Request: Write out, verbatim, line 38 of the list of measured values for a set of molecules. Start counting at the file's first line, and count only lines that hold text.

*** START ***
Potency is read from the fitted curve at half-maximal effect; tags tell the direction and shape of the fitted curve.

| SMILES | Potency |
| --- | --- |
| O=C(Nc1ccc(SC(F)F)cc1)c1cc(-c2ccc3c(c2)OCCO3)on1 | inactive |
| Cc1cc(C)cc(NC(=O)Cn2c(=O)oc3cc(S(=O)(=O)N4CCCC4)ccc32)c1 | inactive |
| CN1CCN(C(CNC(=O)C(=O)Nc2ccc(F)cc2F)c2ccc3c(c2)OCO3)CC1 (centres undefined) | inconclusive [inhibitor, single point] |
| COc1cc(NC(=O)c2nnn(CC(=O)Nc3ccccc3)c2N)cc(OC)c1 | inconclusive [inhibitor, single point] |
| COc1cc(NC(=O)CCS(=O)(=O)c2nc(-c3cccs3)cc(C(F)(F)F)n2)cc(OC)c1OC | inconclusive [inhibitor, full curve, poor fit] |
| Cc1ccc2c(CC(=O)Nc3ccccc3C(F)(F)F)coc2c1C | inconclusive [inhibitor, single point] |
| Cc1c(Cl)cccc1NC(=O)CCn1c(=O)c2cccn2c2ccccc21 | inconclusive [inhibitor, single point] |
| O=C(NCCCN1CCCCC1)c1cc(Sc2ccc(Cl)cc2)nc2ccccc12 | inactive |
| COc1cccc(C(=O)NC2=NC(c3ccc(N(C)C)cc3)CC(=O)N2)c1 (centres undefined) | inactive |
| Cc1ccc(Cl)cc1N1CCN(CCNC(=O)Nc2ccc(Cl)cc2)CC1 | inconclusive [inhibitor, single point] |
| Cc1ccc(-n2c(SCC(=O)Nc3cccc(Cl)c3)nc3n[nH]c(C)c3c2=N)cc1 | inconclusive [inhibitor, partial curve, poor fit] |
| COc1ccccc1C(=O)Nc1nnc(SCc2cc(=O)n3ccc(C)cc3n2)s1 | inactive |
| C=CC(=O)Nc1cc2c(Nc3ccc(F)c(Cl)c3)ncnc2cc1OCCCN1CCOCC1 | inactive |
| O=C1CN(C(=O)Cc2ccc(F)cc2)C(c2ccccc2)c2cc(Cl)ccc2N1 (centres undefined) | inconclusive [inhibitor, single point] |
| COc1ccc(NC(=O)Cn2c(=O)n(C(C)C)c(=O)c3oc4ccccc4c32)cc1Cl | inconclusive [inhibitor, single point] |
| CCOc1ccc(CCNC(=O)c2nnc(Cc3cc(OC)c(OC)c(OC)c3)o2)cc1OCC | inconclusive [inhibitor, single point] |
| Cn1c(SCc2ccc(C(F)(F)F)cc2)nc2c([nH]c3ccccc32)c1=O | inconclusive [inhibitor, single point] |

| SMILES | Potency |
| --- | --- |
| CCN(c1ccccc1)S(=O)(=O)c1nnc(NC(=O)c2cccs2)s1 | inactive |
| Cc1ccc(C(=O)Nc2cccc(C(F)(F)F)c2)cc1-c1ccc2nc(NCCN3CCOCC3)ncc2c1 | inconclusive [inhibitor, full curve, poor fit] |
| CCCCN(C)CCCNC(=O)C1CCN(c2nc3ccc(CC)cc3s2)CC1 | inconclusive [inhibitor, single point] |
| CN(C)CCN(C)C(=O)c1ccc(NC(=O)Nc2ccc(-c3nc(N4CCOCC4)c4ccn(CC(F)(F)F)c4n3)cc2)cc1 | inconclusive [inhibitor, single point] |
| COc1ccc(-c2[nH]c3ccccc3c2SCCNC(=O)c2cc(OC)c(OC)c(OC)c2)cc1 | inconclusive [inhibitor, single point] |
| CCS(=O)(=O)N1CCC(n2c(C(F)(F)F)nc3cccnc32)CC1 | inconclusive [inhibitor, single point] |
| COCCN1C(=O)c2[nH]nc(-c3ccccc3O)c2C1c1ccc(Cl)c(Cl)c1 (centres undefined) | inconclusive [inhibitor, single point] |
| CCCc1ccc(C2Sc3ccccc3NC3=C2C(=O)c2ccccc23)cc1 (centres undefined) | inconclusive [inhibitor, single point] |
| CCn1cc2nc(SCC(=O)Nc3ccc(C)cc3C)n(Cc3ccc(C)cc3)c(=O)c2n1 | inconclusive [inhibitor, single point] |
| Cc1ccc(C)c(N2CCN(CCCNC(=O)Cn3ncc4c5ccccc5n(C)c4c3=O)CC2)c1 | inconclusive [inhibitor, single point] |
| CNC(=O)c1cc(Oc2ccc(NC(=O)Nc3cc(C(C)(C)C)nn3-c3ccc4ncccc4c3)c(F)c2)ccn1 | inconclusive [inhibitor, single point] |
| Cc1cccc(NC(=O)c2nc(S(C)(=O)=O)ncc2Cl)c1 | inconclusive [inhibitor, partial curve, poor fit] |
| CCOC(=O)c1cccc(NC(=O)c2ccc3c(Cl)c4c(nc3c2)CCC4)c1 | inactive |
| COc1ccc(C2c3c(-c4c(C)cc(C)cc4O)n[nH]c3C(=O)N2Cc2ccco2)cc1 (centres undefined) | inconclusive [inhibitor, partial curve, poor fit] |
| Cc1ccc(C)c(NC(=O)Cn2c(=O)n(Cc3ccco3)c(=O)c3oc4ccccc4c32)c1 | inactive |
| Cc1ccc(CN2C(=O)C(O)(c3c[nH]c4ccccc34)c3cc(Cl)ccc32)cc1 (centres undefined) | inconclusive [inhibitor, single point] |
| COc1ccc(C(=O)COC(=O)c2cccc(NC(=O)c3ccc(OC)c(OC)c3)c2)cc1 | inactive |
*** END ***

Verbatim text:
| Cc1ccc(CN2C(=O)C(O)(c3c[nH]c4ccccc34)c3cc(Cl)ccc32)cc1 (centres undefined) | inconclusive [inhibitor, single point] |